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Shiawassee Times

Sunday, March 29, 2020

Task force at work on studying Michigan's 'badly broken' jail system

Politics

By John Breslin | Feb 1, 2020

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A task force is currently studying what one commentator has described as the state's "badly broken" jail system that has led to a rise in the number of detainees, a contrast to the national trend.

The task force, charged by Gov. Gretchen Whitmer to come up with proposals to reform a system that heavily burdens county budgets, has already highlighted some of the problem issues with the system, according to Mackinac Center for Public Policy Senior Strategist for State Affairs David Guenthner in a commentary first published by The Hill and reprinted by the Mackinac Center for Public Policy.

Guenthner opened his argument with the headline numbers that the state's crime rate is the lowest in 50 years while the prison population is the lowest in 20 years.

Yet, the county jail population has tripled since the 1980s and appears to be still growing, according to Guenthner.

"The front end of Michigan’s criminal justice system is badly broken, and counties are paying a particularly heavy price," the commentator wrote, adding that Whitmer, in a letter said: that the "majority of spending in county budgets today goes to justice system costs.”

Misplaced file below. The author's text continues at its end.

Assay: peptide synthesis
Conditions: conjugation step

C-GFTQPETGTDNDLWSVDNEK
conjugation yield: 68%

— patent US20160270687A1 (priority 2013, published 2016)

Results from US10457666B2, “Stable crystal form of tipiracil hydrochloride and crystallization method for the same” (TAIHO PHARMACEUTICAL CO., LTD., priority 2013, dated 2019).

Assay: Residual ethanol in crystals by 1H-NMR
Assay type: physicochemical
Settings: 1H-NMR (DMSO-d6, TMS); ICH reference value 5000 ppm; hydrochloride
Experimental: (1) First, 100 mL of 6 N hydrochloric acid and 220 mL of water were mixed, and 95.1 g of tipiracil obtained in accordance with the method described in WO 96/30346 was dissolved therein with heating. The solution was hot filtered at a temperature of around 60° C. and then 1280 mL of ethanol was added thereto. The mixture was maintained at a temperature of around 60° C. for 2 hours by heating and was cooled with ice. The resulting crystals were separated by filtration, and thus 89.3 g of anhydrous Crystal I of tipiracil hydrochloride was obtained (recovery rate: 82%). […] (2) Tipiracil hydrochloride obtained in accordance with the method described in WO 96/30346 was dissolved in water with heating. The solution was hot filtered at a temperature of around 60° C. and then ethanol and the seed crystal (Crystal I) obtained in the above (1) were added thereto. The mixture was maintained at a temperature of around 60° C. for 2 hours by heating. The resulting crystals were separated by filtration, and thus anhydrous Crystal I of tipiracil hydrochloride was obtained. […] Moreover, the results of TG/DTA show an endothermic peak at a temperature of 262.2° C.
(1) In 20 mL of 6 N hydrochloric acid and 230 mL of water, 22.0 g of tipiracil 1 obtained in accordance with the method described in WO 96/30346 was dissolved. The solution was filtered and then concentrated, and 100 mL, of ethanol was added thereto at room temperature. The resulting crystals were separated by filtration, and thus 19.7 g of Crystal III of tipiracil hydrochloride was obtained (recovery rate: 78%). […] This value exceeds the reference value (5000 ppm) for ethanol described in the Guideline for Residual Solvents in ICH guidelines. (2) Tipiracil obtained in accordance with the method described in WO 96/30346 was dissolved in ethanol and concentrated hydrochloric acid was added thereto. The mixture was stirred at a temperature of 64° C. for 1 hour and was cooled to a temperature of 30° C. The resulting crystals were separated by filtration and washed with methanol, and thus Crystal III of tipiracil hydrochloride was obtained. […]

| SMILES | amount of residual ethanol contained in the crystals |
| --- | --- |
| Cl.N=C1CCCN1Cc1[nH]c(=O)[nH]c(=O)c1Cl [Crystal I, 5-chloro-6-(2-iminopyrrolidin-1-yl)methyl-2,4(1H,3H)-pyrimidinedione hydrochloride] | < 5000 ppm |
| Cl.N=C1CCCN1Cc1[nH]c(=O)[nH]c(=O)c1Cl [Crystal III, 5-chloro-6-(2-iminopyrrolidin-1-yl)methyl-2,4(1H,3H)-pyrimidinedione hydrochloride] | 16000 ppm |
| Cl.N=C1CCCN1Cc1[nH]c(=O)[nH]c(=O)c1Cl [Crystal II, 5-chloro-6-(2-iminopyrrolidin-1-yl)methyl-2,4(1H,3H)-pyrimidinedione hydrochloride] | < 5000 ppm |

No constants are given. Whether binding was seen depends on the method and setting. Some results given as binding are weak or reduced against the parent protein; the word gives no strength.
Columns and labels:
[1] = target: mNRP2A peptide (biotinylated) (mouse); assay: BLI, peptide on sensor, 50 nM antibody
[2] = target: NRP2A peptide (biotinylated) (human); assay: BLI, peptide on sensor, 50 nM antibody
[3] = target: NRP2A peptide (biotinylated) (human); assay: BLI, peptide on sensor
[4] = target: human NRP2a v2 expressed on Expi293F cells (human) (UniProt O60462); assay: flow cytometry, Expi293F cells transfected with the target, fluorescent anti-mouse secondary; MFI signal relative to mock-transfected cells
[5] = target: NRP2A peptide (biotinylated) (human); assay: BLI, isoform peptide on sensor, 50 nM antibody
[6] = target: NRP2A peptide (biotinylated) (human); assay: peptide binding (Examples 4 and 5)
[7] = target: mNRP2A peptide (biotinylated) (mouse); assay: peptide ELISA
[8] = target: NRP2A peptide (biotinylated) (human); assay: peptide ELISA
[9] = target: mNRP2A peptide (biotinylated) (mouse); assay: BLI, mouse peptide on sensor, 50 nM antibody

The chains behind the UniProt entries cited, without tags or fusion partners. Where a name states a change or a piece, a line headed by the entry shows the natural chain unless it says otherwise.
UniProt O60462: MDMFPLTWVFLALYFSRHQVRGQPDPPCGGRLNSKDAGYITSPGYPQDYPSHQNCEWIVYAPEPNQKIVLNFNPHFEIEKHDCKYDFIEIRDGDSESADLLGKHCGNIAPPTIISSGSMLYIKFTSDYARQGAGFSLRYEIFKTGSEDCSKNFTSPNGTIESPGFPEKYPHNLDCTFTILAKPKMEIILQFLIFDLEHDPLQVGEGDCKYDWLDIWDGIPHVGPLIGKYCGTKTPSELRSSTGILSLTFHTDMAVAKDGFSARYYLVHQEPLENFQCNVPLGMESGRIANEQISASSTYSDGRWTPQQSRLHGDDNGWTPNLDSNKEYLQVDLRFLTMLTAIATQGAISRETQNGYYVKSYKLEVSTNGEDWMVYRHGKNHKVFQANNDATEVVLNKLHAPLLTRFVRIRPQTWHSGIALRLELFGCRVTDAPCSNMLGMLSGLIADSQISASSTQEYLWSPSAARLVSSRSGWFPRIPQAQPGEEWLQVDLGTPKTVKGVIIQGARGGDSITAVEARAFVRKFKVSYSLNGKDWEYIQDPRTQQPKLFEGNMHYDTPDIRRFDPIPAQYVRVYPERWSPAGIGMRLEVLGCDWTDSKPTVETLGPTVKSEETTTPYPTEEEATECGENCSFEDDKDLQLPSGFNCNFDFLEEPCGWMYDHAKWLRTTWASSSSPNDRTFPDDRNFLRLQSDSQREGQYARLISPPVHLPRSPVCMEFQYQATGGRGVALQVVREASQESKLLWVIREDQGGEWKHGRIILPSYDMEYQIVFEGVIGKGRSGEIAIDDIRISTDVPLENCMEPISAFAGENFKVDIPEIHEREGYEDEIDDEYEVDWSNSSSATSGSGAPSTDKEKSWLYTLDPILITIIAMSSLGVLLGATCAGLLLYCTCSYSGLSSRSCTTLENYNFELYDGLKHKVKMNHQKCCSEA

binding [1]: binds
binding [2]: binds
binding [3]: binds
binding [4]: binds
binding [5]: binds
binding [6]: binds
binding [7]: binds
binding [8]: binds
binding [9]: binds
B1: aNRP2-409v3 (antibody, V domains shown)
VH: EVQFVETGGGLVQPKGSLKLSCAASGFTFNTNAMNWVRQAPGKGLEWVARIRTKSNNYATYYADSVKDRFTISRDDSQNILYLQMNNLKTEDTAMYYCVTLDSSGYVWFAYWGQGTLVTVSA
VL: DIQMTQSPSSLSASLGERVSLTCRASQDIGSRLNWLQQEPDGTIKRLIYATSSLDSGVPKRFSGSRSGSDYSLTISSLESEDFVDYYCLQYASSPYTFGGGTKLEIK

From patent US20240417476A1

The governor's task force was asked to propose alternatives to jail for those who should remain in the community, reduce jail admissions, lengths of stay and costs.

According to a study by the Pew Charitable Trust, which is advising the task force, the average length of stay in a Michigan jail is 22 days – two-thirds were released in one week or less. But, Guenthner noted, 1 in 6 admissions lasted longer than 30 days. Three percent of jail admissions stretched to more than six months.

Many, if not most, are pre-trial detainees – one was held for more than four years – which is leading to questions over the cash bail system, which is being scrapped in other parts of the country.

Other findings include that 60 percent of jail admissions are for misdemeanor offenses, compared to a quarter nationally. Individuals can be arrested for all misdemeanors, including even not having valid insurance. Many parts of the country are moving towards citations for many non-violent offenses.

Driving without a valid license is one of the most frequents charges to lead to a jail admission, with Guenthner noting that 5 percent last more than one month. The range of other offenses that can lead to suspension of a license, including unpaid court debts or child support, is wide.

The task force has also already flagged up how jails are used for short-term housing for those with mental health issues. The writer cites figures from the National Alliance on Mental Illness estimating that 15 percent of men and 30 percent of women admitted to jails have serious mental health conditions.

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